21 September 2018

As the trade war rages, China’s economic tightrope tremors

Sara Hsu

China’s banking system is under pressure as regulators attempt to reduce risks stemming from shadow banking and excessive corporate leveraging. The US–China trade war is adding to this pressure by threatening to further slow growth. The Chinese government is in a bind since its go-to methods to stimulate the economy are among the main causes of this current headache. China’s central bank has stressed that it will stay on a course of prudent and neutral monetary policy, while ensuring that there is sufficient liquidity in the financial system. Keeping financial risks at bay is a major aim. In other words, it is unlikely that the central bank will inject a large amount of funds into the economy, but rather just enough to maintain policy targets.

Still, some monetary stimulus has already been implemented, and fiscal stimulus promises to generate some new demand. But over time, China’s regulators may have to choose between maintaining financial stability and spurring growth.

The current situation is particularly bad for the Chinese finance industry. China’s banking system is under strain due to high loan-to-deposit ratios, lagging new deposits and the spectre of non-performing loans. New restrictions on the use of shadow wealth management products have reduced bank income. Pushing these products back on to bank balance sheets has constrained their lending capabilities. In response, banks have unloaded a number of non-performing loans to asset management companies. This process is likely to continue.

In the first half of 2018, total disposal of non-performing loans officially reached 800 billion RMB (US$116 billion), around 167 billion RMB (US$24 billion) higher than in the first half of 2017 due to tighter restrictions on recognising bad loans and lower levels of liquidity in the banking sector. Although the ratio of non-performing loans has remained under two per cent, some analysts estimate the actual ratio to be far greater at up to 80 per cent of all loans. But this discrepancy should decline due to increased recognition of bad loans on banks’ balance sheets.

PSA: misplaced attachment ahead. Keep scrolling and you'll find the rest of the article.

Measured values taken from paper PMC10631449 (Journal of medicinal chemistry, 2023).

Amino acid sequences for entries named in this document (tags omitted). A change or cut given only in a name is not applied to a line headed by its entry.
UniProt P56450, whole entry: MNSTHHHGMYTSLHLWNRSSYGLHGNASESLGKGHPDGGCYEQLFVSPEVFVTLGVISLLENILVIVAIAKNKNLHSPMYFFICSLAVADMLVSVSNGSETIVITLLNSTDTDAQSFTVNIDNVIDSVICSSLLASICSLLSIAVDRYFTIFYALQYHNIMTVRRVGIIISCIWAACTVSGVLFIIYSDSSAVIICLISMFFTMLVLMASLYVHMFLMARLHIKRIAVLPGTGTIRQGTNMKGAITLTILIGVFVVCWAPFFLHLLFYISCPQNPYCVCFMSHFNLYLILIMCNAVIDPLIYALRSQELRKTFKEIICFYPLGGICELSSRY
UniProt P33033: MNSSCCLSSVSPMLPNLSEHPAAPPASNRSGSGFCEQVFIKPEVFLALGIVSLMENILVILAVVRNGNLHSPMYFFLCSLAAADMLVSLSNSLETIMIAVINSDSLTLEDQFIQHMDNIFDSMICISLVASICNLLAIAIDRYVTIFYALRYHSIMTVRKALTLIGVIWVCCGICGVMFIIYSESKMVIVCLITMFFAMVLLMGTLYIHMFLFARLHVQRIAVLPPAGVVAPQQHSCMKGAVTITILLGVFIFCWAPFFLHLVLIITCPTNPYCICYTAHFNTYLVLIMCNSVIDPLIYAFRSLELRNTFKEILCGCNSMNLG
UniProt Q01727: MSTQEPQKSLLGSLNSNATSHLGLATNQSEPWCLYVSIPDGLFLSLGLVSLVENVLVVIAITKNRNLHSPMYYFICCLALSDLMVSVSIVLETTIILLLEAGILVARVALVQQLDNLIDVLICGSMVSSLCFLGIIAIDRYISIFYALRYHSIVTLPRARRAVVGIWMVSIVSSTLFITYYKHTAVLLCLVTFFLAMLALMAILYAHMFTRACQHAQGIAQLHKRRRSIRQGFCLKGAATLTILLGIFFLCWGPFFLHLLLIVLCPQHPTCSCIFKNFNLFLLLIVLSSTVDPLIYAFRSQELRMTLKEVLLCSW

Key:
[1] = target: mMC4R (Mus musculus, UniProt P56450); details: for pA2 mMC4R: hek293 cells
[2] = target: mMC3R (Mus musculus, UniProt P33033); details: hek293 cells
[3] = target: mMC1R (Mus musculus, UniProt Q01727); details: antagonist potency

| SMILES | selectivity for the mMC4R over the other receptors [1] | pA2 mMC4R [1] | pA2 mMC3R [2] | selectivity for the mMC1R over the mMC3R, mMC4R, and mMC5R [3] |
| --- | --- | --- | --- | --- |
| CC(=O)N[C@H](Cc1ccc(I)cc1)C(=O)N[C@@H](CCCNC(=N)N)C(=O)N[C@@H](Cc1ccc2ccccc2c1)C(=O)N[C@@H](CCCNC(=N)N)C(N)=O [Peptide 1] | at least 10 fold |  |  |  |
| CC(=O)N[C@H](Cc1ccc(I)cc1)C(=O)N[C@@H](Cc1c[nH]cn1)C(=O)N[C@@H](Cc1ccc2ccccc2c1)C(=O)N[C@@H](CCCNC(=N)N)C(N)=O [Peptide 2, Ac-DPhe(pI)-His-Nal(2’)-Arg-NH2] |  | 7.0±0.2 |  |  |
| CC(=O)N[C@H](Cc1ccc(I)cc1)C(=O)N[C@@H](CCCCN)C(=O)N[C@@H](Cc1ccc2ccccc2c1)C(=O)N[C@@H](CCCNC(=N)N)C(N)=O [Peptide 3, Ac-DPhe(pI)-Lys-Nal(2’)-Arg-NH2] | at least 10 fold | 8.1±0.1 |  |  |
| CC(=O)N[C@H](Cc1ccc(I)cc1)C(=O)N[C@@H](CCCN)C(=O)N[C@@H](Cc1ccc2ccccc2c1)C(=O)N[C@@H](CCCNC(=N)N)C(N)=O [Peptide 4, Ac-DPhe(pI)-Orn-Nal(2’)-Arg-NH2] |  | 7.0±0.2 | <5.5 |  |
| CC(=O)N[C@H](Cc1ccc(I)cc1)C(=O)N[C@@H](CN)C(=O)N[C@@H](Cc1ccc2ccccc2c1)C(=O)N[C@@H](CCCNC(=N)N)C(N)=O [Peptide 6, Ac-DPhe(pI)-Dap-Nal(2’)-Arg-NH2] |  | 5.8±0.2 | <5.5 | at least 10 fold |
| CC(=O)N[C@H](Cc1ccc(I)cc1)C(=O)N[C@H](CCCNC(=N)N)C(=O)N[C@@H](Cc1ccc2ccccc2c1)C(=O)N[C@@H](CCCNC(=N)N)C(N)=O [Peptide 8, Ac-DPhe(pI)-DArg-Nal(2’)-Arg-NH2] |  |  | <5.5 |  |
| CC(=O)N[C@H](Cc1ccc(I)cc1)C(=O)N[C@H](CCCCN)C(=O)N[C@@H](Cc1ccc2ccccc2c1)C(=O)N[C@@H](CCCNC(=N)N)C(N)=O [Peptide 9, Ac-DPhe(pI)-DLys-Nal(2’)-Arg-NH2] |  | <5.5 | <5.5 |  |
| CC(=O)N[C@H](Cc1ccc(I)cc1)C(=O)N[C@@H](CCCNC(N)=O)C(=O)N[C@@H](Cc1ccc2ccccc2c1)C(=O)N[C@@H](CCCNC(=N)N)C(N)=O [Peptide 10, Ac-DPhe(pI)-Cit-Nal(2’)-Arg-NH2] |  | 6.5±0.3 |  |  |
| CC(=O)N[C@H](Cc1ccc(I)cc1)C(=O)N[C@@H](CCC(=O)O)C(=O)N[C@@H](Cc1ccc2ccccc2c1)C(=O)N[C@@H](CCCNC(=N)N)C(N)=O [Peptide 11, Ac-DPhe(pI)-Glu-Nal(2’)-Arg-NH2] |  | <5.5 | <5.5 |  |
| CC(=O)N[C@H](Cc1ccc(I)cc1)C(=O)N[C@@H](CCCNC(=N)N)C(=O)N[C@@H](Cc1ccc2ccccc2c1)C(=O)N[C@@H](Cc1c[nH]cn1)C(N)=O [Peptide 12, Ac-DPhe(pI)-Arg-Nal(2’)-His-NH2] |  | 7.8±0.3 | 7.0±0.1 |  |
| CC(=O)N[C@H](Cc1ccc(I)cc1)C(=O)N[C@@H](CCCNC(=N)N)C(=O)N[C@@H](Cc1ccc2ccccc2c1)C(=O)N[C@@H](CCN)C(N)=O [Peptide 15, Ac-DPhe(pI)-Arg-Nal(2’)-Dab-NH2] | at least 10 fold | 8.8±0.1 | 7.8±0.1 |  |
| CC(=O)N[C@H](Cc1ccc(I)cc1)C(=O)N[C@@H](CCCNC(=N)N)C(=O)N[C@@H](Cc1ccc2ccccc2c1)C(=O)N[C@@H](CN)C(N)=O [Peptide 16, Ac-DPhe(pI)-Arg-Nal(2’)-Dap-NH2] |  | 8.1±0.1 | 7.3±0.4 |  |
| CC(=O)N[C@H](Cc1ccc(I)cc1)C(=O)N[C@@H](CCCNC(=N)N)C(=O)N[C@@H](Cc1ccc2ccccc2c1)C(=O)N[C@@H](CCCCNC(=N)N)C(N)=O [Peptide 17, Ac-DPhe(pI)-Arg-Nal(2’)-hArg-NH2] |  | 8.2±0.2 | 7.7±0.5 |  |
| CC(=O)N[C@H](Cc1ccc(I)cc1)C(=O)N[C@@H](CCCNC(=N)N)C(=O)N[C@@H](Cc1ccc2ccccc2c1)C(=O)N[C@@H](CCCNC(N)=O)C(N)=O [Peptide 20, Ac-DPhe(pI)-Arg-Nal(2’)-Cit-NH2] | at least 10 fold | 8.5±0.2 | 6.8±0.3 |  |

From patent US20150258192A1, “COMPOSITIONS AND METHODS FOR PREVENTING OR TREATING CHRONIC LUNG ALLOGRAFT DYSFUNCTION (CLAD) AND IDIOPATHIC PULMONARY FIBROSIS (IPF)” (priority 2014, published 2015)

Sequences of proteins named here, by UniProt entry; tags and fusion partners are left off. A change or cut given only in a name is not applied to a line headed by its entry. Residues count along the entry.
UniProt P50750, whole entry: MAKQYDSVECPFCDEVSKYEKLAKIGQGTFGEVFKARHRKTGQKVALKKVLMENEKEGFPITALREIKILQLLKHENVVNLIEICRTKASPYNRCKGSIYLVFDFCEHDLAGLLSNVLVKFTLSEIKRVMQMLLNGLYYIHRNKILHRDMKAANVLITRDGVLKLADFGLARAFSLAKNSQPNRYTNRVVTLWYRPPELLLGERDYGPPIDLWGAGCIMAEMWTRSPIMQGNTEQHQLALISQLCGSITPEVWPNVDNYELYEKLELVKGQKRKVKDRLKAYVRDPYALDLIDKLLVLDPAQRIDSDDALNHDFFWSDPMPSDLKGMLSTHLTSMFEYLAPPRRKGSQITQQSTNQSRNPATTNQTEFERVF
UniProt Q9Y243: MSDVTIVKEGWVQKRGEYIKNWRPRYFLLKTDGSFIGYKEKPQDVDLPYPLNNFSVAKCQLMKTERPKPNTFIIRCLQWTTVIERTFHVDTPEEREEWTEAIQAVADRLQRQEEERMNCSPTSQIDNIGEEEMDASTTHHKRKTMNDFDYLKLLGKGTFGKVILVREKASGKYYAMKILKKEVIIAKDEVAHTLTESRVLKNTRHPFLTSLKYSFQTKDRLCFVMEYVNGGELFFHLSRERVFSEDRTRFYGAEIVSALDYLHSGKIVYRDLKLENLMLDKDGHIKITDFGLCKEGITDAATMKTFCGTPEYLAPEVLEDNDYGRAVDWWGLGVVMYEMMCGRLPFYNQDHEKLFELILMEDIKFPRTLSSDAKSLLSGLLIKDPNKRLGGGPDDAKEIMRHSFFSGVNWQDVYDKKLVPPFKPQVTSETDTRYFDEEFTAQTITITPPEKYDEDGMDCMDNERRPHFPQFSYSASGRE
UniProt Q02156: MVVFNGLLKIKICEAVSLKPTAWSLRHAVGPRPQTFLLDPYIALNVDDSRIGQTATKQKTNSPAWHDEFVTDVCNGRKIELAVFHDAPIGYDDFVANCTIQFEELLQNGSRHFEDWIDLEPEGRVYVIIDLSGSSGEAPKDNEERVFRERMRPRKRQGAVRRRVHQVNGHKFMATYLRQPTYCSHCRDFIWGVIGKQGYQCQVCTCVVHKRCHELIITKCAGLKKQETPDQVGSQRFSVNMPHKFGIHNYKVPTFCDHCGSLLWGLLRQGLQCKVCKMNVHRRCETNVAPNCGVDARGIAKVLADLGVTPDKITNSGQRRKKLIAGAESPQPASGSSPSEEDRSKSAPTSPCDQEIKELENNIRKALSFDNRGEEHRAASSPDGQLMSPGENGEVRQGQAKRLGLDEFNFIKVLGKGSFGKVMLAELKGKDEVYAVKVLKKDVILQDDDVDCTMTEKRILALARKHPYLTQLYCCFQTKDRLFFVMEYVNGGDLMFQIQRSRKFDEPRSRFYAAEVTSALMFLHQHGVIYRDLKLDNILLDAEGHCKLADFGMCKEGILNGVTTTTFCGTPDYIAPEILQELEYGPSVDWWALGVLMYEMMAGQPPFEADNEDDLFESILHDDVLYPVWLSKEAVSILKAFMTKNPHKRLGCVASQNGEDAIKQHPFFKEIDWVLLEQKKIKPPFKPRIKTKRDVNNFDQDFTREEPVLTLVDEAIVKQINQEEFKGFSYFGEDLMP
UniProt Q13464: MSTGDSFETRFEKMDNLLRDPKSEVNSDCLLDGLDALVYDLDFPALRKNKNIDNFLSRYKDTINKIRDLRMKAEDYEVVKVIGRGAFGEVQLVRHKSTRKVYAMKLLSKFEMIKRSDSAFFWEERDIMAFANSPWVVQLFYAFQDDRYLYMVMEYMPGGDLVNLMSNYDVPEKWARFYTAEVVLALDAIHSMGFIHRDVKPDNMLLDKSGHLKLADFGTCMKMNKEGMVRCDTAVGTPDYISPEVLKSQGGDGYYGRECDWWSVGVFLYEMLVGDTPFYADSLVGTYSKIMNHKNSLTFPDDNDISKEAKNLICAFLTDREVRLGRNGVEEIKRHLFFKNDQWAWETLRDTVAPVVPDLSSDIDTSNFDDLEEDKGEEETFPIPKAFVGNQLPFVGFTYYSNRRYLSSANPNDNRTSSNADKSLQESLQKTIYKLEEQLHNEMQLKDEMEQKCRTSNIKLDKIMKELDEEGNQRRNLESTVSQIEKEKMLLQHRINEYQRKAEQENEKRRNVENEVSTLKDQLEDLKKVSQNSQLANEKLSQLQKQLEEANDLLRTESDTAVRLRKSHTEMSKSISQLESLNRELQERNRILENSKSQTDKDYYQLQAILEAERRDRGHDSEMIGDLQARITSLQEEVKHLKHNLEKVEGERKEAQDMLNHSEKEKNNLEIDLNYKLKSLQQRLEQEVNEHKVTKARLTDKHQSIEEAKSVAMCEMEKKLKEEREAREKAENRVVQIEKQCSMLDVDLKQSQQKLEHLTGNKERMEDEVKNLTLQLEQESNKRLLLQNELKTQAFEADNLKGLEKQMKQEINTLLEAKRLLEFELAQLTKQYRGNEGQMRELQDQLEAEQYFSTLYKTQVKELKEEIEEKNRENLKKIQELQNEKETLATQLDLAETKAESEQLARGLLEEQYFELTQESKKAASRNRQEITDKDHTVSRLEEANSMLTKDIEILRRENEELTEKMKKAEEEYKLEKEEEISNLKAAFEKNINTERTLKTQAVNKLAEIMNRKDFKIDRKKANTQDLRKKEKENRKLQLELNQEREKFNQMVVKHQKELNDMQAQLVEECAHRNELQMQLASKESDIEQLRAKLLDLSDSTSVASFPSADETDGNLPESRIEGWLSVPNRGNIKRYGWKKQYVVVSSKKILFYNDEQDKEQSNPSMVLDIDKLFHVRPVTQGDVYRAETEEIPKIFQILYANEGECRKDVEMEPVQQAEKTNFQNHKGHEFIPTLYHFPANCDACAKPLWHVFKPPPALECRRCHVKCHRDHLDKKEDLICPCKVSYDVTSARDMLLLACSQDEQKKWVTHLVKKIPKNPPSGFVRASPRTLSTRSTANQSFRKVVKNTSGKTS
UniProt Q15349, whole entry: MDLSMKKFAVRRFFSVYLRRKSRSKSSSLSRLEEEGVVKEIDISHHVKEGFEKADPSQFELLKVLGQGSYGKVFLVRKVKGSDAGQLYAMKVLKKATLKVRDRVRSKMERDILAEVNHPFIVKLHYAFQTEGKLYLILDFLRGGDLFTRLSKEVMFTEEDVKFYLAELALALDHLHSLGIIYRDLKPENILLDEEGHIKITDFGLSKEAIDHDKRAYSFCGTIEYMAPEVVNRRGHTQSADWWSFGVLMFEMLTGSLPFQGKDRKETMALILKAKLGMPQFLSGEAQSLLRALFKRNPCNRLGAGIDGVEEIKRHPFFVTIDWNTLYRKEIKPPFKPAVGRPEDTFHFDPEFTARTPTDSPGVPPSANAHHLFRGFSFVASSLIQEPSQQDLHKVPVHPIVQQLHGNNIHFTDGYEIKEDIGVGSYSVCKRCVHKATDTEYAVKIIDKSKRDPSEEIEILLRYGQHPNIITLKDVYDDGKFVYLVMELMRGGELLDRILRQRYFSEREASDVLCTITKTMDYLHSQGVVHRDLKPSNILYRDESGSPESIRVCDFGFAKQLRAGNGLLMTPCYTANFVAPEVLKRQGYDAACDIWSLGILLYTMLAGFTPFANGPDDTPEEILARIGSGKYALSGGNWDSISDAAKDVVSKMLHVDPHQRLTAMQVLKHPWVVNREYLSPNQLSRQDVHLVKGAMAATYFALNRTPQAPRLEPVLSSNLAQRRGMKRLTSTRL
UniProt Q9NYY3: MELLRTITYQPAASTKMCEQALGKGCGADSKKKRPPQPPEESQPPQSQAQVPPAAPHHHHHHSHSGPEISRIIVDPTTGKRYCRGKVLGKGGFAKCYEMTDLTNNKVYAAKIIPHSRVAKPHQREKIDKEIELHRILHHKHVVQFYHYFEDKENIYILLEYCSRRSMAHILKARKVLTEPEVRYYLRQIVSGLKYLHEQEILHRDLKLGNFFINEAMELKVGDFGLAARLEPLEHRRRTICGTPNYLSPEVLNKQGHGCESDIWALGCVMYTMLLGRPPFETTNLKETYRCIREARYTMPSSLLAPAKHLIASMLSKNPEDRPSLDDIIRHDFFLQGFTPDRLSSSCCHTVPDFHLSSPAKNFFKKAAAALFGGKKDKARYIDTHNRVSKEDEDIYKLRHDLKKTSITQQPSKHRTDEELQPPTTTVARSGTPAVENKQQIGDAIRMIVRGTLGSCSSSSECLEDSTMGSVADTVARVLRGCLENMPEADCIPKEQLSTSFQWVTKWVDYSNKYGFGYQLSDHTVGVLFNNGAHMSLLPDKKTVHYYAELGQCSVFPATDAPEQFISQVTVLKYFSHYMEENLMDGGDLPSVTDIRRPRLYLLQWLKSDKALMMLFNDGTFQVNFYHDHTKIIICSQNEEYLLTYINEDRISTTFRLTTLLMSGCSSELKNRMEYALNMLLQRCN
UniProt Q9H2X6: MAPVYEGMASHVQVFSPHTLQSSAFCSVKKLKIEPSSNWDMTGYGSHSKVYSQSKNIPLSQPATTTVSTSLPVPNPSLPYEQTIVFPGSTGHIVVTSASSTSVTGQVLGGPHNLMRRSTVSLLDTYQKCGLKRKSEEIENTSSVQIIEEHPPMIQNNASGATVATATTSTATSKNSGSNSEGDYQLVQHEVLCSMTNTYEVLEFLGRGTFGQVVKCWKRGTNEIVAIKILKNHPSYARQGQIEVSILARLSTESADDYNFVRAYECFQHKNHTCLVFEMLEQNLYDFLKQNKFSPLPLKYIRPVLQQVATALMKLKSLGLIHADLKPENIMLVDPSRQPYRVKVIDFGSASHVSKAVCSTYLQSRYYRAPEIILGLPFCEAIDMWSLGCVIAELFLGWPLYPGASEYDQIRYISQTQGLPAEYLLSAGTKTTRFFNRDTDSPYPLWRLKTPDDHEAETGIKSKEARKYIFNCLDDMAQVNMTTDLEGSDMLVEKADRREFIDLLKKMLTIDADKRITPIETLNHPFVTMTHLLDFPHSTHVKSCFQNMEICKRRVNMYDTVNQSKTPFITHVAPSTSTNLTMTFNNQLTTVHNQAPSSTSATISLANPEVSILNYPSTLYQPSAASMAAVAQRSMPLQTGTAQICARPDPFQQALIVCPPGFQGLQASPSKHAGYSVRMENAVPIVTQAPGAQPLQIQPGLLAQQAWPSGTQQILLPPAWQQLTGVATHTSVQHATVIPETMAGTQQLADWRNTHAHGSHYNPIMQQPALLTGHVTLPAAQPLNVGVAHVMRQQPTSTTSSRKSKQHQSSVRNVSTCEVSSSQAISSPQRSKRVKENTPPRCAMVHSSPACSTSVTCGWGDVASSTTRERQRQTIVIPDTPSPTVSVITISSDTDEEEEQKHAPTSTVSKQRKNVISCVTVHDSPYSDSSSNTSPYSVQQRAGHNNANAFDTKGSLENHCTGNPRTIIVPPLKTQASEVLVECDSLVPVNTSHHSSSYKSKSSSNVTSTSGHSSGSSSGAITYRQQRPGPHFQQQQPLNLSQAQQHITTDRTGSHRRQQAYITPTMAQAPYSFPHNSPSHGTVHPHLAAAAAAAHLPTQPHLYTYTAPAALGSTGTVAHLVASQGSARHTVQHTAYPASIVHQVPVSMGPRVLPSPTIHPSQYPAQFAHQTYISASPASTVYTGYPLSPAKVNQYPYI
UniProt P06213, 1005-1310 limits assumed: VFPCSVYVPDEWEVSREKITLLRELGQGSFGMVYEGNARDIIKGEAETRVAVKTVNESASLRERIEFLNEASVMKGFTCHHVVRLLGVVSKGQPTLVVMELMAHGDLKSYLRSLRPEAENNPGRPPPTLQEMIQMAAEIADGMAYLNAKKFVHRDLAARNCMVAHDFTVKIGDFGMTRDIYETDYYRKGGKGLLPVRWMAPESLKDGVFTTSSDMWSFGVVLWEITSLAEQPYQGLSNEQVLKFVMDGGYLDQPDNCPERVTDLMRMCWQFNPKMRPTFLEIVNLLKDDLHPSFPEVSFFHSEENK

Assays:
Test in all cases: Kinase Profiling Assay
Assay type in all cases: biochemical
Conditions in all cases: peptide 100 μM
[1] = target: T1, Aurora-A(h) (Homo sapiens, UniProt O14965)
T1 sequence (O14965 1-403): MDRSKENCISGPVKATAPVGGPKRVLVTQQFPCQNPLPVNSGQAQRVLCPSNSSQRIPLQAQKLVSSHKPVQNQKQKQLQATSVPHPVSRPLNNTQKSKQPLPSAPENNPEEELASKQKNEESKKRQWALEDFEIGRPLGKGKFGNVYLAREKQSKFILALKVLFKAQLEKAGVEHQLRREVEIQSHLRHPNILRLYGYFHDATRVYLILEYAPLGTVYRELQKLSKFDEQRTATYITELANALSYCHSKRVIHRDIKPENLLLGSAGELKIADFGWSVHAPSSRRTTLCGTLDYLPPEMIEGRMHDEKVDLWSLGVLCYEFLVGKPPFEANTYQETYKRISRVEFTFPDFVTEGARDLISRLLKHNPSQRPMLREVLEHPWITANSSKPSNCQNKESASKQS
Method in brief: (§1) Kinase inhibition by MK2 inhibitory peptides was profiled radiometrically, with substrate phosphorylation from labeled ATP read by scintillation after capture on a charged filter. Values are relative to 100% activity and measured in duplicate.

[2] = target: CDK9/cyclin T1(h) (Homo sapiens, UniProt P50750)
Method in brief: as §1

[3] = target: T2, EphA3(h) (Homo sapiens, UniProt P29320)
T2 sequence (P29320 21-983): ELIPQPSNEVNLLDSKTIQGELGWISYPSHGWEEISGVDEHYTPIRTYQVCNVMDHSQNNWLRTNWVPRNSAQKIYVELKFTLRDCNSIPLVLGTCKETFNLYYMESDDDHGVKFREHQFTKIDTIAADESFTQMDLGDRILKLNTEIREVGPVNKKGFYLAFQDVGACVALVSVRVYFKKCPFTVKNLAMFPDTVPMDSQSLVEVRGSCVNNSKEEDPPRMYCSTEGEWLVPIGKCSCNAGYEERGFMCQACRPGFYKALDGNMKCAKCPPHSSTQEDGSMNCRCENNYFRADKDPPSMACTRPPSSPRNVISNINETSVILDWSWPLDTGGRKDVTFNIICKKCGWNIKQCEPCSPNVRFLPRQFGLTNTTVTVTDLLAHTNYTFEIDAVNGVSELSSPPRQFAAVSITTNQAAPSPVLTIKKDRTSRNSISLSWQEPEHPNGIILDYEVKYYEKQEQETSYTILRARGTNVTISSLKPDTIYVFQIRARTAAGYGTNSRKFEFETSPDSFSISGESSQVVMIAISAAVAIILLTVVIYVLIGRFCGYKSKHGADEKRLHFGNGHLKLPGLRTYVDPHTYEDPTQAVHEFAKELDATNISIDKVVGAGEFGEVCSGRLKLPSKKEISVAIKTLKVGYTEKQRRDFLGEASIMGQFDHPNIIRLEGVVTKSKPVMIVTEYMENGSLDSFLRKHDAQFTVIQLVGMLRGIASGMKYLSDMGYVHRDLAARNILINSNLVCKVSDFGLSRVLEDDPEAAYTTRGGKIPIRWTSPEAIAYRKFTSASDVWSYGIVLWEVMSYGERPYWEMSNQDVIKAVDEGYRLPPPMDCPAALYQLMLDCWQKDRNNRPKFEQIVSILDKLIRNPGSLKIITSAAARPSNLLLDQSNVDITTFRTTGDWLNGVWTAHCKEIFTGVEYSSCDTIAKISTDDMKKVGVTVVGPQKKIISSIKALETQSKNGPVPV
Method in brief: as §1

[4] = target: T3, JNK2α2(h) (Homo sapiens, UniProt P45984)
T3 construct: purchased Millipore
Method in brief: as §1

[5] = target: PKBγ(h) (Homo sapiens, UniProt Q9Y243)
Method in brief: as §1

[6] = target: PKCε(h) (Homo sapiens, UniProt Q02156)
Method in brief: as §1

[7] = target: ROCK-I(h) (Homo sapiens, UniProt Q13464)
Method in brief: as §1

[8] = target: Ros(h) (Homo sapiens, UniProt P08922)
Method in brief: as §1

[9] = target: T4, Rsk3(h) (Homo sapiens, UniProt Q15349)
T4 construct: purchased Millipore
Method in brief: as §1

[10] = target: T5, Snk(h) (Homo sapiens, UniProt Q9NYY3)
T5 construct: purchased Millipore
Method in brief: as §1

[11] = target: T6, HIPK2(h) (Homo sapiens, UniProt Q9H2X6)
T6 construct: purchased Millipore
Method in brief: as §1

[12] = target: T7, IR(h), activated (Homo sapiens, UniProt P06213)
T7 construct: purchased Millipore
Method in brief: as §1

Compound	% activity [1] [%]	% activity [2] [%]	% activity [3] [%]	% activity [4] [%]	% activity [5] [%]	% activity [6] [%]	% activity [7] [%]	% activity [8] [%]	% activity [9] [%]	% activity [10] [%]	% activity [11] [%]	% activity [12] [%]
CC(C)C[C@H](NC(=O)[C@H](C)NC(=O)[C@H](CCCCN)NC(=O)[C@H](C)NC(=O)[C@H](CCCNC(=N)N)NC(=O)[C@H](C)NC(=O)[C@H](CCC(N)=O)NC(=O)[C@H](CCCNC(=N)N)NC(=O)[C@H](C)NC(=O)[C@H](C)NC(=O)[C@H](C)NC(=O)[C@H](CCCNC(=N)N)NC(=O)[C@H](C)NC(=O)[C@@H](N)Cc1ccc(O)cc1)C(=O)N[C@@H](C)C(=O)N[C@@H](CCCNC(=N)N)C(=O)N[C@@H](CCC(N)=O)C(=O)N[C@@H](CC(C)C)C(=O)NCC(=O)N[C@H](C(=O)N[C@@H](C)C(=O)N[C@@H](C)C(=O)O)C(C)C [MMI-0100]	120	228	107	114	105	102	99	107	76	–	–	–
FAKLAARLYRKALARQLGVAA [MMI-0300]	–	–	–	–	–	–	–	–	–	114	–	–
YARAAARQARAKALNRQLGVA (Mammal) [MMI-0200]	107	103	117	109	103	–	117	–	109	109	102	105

The government is in a very difficult position regarding the banking sector. It is caught between the need to constrain lending to stave off further bad loans and the need to loosen lending to combat the slowing economy.

The Chinese government has eased capital requirements to increase liquidity in the financial sector due to the US–China trade war. Banks’ reserve requirements have been cut three times this year to improve liquidity. The central bank has also used medium-term loan facilities to provide funds to the financial sector.

In addition to the increased liquidity, the Chinese government has also begun fiscal stimulus to bolster economic growth. China’s central government has asked local governments to expand spending on infrastructure projects and agriculture. This request is expected to result in a surge of bank loans as local governments seek to fulfil this directive in the face of constrained revenue. The banking sector has also been asked to provide loans to small export-oriented firms caught in the crosshairs of the trade war.

All of these items may result in a greater number of bad loans in the medium run, as happened due to the use of fiscal stimulus just after the global financial crisis hit China.

Because of the banking sector’s close ties to the government, financial stability can and will be tightly controlled. Banks will likely be forced to lend to entities that would otherwise not receive extensive funding, such as local governments. Funds will be granted where the government desires at the expense of some of the riskier loans. We saw this happen time and again in the wake of the global financial crisis, as local governments followed orders to build infrastructure by creating bridges to nowhere and ghost cities.

This time around, waste may be less blatant but is unlikely to be eliminated. In the end, the central government will probably step in once again to convert the non-performing loans to municipal bonds or sweep them off banks’ balance sheets to asset management companies.

The trade war has exacerbated China’s dilemma of stimulating the economy to avoid slowing growth and tightening the economy to reduce financial risks. Although stability is likely to be maintained, the government walks an increasingly fine line to do so. If tensions worsen between the United States and China, it is possible that China may be forced to choose stability over growth — a choice that would shake the global economy by stunting global demand.

Sara Hsu is Associate Professor of Economics at State University of New York at New Paltz.

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